With pigment-making on my mind, I went to see the new exhibition at the Burton Art Gallery and Museum at Bideford. It’s called Bideford Black: The Next Generation and it centres on a rare and beautiful black earth pigment which emerges from the North Devon cliffs. In the past ‘Biddiblack’ (as it was known), has been used in paint manufacture, for making mascara, camouflaging military vehicles, in boatbuilding etc., and commercial mining for it continued until 1969. Artists working in a traditional manner, or with traditional materials, have valued its velvety dark strength and subtle tones. I had a chance to try it in the Burton Gallery last week, as can all visitors to the show. Bideford Black: The Next Generation is an unusual and unconventional exhibition and it’s certainly not traditional: participating artists responded to the pigment in diverse and often thought-provoking ways. Links below.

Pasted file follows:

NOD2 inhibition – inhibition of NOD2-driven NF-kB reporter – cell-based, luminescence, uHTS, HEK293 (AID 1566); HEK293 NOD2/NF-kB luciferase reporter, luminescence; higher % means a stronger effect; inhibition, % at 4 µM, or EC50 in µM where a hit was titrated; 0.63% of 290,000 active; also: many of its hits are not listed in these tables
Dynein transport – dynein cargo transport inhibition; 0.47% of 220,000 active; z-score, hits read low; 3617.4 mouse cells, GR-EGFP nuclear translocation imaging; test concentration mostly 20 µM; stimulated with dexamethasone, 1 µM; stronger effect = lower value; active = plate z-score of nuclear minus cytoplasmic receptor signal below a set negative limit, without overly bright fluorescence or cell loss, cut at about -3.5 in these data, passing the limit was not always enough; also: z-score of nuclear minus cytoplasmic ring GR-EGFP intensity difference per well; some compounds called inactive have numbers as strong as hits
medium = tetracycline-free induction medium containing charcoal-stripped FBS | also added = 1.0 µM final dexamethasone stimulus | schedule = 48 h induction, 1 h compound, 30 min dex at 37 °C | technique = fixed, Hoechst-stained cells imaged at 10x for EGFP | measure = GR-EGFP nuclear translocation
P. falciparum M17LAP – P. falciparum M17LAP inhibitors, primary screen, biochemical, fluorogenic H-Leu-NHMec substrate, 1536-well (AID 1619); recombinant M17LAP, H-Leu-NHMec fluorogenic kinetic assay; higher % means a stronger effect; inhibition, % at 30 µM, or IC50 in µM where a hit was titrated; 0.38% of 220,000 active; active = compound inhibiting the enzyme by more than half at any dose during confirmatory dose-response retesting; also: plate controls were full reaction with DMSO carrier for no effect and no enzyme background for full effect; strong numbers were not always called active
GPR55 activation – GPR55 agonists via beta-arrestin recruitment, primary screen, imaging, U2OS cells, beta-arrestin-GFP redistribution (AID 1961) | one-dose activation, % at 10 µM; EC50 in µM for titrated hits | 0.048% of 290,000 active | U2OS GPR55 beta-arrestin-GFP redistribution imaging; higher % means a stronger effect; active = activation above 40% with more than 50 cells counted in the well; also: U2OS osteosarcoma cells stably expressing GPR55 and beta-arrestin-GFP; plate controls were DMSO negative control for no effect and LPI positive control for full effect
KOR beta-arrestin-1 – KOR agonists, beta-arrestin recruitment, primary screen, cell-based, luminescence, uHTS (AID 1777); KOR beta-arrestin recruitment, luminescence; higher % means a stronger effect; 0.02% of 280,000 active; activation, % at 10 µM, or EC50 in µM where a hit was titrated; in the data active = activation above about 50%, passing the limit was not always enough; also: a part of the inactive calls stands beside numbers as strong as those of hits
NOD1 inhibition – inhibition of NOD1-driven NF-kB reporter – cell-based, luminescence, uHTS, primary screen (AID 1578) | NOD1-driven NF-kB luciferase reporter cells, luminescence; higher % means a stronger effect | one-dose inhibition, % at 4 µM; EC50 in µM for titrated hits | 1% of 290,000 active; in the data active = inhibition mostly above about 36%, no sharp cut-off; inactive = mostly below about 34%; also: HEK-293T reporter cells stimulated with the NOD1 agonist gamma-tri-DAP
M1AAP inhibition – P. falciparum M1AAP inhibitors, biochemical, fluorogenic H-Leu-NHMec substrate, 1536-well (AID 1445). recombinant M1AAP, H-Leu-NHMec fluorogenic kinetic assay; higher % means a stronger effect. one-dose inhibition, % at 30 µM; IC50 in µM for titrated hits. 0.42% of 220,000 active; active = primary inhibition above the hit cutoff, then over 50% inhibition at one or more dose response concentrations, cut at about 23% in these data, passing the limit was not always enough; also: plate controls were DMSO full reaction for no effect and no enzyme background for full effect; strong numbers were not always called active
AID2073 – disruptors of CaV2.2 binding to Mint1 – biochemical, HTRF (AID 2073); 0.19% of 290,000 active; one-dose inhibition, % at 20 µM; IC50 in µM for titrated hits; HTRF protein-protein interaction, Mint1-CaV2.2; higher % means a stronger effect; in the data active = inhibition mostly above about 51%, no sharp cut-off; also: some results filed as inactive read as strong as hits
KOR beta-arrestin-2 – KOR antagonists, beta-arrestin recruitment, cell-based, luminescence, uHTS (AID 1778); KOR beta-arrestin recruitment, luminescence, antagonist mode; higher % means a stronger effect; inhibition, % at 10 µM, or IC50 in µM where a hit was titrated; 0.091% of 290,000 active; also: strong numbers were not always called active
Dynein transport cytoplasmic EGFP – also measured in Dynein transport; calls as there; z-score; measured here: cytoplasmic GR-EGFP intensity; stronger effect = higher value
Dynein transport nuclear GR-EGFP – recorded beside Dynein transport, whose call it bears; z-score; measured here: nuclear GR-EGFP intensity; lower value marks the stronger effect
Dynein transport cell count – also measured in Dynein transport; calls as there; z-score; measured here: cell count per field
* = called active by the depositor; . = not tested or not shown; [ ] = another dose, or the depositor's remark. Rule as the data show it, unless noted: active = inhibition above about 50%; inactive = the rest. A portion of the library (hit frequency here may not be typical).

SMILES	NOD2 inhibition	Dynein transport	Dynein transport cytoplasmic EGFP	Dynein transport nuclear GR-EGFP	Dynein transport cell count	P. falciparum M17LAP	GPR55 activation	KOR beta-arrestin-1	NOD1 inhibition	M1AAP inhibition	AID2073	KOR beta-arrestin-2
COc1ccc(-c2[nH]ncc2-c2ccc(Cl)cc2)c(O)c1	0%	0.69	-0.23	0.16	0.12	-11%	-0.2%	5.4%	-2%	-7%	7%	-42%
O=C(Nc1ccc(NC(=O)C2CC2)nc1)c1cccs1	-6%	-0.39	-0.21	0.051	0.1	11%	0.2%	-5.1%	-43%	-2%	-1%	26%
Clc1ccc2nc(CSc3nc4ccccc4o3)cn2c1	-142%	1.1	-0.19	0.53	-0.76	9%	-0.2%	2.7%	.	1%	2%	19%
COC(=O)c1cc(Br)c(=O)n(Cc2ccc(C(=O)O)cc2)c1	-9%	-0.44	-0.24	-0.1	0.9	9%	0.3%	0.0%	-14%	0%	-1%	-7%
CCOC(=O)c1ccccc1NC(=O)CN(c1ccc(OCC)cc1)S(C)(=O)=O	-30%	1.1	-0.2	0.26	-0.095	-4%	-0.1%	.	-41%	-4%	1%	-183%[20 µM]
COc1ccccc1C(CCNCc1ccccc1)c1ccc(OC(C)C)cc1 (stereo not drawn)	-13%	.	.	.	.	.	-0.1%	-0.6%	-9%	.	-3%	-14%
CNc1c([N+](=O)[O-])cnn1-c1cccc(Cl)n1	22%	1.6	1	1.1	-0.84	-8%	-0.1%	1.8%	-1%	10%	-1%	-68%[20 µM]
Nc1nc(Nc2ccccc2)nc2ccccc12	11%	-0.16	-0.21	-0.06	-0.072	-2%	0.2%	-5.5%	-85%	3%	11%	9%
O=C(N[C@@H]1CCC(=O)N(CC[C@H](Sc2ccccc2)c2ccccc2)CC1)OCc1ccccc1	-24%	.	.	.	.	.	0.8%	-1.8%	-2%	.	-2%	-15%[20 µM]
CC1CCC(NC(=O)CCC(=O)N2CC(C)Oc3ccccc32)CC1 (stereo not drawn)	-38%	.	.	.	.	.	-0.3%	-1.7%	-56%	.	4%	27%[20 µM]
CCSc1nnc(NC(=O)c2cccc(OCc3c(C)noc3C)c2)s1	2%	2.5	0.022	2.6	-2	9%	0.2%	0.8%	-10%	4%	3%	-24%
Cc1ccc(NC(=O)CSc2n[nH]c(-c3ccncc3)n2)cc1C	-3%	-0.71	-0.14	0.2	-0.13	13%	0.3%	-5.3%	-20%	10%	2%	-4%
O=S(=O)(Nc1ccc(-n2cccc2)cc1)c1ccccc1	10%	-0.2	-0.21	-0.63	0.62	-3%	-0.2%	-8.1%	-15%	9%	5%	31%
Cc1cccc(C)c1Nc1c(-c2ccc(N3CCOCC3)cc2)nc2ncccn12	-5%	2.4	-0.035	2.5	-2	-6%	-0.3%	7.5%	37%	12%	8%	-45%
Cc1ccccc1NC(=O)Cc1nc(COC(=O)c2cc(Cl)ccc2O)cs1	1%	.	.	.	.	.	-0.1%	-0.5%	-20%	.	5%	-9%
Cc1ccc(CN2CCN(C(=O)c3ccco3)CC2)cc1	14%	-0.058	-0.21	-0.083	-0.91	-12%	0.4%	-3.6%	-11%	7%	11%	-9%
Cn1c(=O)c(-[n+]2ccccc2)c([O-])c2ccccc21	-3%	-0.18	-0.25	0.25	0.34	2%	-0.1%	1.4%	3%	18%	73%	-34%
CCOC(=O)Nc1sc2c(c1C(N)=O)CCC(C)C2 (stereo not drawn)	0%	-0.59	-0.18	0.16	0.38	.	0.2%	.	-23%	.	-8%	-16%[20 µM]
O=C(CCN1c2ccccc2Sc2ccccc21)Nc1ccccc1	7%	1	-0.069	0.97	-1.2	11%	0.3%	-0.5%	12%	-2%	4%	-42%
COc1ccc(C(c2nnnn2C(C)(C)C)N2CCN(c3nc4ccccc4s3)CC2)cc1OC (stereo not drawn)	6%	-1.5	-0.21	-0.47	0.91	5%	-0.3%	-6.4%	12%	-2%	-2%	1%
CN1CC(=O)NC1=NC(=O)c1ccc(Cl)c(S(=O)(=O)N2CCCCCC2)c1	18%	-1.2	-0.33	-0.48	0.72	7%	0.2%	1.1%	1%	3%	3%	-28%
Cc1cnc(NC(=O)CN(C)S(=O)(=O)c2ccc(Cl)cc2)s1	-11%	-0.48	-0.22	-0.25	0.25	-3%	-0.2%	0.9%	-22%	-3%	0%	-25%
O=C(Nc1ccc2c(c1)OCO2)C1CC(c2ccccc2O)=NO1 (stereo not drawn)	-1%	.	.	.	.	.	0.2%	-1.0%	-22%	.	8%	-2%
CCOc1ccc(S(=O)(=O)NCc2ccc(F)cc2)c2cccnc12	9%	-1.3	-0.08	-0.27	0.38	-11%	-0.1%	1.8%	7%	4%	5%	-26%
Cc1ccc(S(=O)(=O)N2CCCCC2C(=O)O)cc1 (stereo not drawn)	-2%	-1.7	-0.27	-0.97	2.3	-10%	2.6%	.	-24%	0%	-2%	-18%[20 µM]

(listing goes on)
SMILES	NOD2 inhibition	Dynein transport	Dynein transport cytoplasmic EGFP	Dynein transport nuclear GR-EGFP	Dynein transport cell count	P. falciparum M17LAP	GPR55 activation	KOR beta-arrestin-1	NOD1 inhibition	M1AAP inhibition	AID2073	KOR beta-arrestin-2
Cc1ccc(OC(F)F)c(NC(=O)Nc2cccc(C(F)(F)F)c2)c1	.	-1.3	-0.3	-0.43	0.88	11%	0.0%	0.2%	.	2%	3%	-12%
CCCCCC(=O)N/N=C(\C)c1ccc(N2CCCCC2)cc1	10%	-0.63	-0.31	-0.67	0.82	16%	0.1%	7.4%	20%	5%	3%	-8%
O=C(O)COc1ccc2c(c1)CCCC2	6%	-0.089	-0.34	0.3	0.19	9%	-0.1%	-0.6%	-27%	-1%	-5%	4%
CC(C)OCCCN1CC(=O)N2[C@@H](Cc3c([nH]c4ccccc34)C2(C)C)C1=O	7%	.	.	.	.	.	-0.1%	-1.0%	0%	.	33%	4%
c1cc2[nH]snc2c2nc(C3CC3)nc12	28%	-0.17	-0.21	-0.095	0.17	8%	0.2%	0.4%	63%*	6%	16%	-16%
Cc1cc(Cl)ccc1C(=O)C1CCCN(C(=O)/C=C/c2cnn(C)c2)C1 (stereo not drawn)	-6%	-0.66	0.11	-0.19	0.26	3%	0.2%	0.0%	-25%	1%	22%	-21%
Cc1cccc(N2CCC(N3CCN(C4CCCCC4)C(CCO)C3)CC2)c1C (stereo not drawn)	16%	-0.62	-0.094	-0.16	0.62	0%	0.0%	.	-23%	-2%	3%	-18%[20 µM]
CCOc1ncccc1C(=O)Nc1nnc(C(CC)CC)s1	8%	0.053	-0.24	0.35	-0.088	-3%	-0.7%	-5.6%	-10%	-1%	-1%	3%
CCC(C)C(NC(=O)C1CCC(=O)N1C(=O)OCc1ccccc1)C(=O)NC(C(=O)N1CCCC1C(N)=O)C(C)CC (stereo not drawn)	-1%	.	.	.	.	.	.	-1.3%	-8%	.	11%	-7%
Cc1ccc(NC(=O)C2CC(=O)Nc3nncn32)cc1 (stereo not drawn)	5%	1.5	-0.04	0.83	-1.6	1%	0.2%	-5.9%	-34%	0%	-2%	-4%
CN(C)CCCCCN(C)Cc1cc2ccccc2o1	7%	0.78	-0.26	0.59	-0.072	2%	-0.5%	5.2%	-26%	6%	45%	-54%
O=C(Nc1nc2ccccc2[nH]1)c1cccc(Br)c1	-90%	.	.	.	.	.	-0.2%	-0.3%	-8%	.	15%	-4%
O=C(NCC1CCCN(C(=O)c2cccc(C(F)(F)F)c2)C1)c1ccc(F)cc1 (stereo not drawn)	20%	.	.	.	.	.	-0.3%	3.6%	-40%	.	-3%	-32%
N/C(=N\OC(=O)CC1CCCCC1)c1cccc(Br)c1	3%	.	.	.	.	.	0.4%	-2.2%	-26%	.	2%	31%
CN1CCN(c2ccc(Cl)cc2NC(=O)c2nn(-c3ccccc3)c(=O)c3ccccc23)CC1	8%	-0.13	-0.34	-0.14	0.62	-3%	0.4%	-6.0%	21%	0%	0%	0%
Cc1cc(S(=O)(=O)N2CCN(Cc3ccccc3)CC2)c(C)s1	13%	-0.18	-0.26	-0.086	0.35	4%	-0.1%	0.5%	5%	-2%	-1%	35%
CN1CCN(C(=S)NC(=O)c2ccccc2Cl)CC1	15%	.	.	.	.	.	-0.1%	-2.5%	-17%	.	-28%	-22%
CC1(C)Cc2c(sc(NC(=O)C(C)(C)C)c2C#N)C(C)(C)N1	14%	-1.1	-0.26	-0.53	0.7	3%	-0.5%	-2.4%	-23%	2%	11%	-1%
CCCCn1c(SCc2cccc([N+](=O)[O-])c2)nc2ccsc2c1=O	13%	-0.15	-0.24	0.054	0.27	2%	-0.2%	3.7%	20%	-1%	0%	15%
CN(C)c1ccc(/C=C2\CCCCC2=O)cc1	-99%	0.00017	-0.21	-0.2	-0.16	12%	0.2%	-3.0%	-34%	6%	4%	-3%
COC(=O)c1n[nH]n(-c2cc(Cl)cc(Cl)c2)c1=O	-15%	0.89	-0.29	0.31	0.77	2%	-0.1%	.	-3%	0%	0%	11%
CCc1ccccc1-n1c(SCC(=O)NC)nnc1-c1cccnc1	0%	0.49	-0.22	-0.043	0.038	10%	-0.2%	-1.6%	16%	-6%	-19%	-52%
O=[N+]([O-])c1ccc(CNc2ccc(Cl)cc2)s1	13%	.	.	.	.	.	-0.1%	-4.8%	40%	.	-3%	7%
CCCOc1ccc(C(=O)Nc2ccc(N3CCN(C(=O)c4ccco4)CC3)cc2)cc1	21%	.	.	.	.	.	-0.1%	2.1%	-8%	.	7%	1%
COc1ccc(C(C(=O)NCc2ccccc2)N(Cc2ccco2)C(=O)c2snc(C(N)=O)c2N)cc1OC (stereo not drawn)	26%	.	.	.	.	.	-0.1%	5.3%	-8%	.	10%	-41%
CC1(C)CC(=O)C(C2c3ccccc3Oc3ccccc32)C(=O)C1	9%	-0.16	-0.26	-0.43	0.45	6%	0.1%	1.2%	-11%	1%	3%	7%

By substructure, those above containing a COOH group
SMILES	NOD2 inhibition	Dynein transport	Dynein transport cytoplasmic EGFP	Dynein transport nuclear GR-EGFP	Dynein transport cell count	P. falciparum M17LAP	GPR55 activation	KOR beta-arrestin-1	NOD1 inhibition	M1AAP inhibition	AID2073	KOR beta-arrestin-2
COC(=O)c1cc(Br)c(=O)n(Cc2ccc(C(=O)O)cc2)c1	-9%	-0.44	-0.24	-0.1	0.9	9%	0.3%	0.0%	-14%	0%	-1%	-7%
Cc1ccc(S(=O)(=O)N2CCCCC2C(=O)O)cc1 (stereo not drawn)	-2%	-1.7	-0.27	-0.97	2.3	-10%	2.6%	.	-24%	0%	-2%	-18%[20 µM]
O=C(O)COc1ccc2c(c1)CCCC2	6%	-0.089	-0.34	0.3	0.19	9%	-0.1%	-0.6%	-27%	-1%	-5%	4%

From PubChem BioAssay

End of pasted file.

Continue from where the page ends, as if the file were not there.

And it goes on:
I wanted to find out if the pigment could be painted onto sized cloth and the exhibition organisers offered me some Bideford Black to take home and try out. Using a rare pigment 300 million years old was moderately inhibiting and my efforts also felt stuffy and old-hat after seeing the exhibition. Nevertheless, stuffy and old-hat is what I do, so I got on with it.

Using the soya milk recipe generously published online by John Marshall (see link below) I stretched and sized silk and cotton and worked experimental pieces. I wasn’t trying to make anything, just seeing what the pigment would do. The black was initially ground in a pestle and mortar and then mixed with more soya milk as a binder. I found that a small amount of gum arabic assisted in holding it together, stopping moisture bleeding outwards from painted shapes. The fabrics now need to cure.